posted by xiaolongbao at 11:16 AM on June 11, 2013

A few things to think about:

1. What's the worst that could happen? Would coming back to England after the three months are up, having to live with your parents and find a new job, really be that awful for you?

2. How would you feel if you turned away the opportunity and was still working the same entry-level job in five or ten years' time?

3. Do you feel like you're on track in a career or saving up for a house? It doesn't sound like you are, but rather just biding time.
posted by Jehan at 11:16 AM on June 11, 2013

Will the internship make you better at your current job or more valuable/promotable for you current employer? If so, your current employer might let yo take a leave of absence in order to do the internship.
posted by jacquilynne at 11:21 AM on June 11, 2013 [1 favorite]

Could you take a leave of absence from your current job?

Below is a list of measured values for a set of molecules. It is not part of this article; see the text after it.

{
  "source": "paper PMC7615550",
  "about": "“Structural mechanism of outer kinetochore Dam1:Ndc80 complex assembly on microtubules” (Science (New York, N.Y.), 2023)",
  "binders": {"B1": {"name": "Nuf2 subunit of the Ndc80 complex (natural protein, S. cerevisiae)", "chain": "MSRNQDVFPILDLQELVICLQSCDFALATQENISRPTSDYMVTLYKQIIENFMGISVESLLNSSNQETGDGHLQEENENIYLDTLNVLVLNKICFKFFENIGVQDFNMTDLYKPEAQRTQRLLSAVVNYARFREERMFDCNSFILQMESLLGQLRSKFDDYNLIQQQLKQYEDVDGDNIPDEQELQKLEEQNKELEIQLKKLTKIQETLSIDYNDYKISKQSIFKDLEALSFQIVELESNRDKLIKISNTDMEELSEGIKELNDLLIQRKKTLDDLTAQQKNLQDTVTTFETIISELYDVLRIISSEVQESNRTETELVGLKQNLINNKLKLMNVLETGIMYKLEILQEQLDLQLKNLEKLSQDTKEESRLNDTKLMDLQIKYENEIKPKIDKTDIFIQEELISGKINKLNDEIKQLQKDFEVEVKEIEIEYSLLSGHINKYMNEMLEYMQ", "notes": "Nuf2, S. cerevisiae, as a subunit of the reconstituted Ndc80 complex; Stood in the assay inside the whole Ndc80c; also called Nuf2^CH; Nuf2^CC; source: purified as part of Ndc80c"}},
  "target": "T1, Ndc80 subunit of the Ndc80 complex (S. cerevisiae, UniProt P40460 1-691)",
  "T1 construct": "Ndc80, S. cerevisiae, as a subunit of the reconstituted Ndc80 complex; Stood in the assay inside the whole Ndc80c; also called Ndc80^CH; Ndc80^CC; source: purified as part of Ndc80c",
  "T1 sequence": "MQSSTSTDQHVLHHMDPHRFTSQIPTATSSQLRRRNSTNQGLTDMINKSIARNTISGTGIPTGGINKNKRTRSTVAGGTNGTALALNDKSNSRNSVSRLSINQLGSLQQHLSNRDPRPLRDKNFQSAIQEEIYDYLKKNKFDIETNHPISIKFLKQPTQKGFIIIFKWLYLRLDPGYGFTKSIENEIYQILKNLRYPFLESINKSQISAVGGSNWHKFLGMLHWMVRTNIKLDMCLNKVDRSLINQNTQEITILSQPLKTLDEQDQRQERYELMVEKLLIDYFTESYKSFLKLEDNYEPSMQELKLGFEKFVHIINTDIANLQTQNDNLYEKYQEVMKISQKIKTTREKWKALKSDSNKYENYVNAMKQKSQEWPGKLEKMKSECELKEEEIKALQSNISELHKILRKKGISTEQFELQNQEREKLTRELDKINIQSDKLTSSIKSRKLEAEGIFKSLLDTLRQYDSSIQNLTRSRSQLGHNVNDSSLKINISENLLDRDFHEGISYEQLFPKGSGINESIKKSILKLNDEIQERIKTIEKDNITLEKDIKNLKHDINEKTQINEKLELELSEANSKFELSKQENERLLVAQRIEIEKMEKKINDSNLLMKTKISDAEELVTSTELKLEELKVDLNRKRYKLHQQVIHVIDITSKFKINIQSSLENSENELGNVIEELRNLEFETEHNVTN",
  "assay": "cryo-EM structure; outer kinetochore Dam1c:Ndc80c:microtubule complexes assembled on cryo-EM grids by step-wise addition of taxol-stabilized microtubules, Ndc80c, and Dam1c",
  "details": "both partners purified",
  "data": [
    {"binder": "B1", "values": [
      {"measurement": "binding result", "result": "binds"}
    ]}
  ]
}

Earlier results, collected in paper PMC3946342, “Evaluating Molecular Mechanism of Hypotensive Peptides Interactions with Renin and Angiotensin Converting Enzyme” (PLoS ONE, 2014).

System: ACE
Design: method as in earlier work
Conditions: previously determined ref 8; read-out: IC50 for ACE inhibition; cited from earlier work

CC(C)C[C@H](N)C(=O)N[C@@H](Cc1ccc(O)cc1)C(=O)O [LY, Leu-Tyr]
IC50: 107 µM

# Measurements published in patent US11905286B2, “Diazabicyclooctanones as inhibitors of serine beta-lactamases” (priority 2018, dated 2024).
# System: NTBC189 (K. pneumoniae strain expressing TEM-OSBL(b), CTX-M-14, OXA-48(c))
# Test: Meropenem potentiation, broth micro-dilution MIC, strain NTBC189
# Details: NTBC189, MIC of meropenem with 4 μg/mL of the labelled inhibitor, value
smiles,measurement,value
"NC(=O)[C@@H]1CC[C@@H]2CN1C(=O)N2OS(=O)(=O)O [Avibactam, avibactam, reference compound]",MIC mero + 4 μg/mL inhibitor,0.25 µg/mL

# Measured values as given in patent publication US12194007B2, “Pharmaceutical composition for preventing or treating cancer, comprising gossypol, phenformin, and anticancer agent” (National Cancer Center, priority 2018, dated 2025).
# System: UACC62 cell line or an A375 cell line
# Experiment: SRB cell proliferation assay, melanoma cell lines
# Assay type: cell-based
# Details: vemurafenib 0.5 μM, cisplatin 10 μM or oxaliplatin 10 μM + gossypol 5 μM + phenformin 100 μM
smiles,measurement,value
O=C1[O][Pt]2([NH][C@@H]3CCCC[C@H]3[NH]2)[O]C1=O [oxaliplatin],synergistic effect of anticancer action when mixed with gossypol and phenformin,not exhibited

If not, I'd be really hard pressed to recommend quitting a job with no other job lined up.

How old are you? What are your financial responsibilities?

3 months comes and goes so quickly. I'd listen to your head on this one.
posted by bottlebrushtree at 11:21 AM on June 11, 2013

Back in the mid '90s, in the middle of the "multimedia" boom (when the Internet hadn't yet hit big), I was at a multimedia celebration of some sort at the Exploratorium in SF, hosted by Arthur Andersen. I was talking to one of the host reps, talking with great passion about what I'd worked on in the past year, for a company with a very recognizable name, and then I said "what do you do?".

He responded "I've just been trying to not get downsized."

In the intervening years I have, a few times, found myself trying to not get downsized, and it doesn't do anyone any favors. If I'm not fired up about what I'm doing, passionately trying to improve what I'm working on, there's probably someone who can do the job I'm in better than me, and I'm not living up to my potential.

Having said that: Hell yes, you should interview. And make them sell you on the job: They're asking you to come work for them for 3 months without work lined up afterwards. What are they offering you to make that decision worthwhile for them? My same advice here that I toss out for every interview: Assume that you are obscenely overqualified for the job and they want you, but you need to figure out if you want to do it. Make them sell you on it.